Cruise

Police believe crew member likely to have caused Ruby Princess’ COVID-19 outbreak

Police believe the COVID-19 outbreak onboard Ruby Princess was likely started by a staff member, as the death toll rises to 18.

NSW Police Commissioner Mick Fuller said that initial investigations had suggested an infected crew member, most likely a waiter or someone who handled food, was probably the cause of the outbreak, according to ABC News.

“That would seem to be the most obvious point of transmission — someone that is handling food on behalf of multiple hundreds of people,” he said.

Police have launched an investigation to find out the circumstances that led to the docking and disembarking of Ruby Princess at Sydney Harbour on 19 March.

Fuller initially expressed concerns over whether the ship followed state and biosecurity rules in relation to COVID-19.

More than 600 confirmed cases of COVID-19 have been linked back to the cruise ship and 18 passengers have since died, the latest being a 74-year-old man from South Australia over the weekend.

Police said the investigation will involve interviewing thousands of witnesses, including the Ruby Princess’ captain and doctors, the crew and passengers; and staff from various Commonwealth and NSW government offices and agencies.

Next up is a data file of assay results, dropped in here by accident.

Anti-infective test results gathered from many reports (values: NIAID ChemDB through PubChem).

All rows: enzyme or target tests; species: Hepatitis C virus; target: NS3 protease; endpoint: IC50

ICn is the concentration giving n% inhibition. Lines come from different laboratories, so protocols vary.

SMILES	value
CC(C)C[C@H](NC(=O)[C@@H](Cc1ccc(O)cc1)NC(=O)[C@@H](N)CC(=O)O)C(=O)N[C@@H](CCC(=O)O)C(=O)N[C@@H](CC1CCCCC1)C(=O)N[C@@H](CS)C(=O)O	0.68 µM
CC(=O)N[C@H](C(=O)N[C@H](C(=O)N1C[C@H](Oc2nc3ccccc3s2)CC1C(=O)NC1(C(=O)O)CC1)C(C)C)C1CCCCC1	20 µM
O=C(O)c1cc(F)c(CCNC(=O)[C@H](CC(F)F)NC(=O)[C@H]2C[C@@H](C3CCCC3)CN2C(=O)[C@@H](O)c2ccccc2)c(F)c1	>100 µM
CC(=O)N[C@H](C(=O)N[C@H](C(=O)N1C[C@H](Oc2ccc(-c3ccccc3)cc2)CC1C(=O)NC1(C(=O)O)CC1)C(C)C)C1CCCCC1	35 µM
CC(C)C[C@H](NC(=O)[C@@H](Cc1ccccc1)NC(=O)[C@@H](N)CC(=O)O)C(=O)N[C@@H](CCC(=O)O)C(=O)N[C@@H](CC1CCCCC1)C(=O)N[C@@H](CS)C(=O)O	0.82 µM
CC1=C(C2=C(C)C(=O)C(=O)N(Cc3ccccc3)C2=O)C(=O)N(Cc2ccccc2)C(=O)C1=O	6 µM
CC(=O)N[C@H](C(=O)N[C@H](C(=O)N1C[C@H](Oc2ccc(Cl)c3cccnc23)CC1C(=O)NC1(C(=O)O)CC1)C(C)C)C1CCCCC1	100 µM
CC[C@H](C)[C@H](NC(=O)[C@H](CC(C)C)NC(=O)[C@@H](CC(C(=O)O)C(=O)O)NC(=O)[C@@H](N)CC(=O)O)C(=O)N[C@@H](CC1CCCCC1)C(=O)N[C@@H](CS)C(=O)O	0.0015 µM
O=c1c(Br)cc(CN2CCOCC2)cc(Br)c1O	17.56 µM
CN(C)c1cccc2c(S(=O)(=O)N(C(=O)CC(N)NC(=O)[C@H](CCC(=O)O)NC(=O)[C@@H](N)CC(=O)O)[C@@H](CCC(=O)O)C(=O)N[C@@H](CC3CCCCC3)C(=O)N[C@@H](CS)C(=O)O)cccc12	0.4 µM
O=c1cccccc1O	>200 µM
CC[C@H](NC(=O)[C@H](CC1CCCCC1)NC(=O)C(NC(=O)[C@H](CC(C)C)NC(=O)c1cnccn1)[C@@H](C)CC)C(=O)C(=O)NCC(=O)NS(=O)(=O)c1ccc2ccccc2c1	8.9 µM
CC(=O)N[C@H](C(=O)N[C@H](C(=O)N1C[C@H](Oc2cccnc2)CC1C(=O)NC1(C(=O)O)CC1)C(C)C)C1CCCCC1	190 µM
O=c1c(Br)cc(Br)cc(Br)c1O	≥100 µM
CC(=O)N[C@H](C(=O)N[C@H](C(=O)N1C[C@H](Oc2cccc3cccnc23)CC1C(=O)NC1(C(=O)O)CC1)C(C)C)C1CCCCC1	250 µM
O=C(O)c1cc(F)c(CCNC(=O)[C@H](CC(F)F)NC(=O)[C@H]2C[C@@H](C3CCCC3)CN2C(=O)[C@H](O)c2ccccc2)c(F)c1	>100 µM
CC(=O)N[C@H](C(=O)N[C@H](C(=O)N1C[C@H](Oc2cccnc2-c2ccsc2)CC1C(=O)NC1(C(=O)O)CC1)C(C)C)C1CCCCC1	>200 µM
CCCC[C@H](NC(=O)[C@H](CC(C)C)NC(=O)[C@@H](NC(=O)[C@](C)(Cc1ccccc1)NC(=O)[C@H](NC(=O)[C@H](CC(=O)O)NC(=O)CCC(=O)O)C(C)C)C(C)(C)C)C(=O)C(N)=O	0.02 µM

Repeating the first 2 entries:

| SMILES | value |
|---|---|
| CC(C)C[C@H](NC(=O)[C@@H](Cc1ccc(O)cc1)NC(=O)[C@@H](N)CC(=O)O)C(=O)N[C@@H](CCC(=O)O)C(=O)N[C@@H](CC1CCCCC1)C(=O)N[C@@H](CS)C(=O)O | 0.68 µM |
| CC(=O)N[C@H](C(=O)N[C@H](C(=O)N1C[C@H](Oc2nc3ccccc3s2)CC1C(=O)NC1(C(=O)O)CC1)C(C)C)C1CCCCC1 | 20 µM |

NSW Premier Gladys Berejiklian told media at a press conference earlier today that the investigation is expected to be completed by September.

Police have also been advised that up to 200 of the 1,040 crew members remaining on the ship are displaying symptoms, while 16 have confirmed cases of COVID-19.

Last week, police announced Ruby Princess will be berthing in Port Kembla for up to 10 days to allow safer access for medical assessments, treatment or emergency extractions of crew.

The ship will also refuel and stock up on provisions required for her home journey.

Princess Cruises declined to comment when contacted by Travel Weekly.

Featured image source: iStock.com/Photoservice

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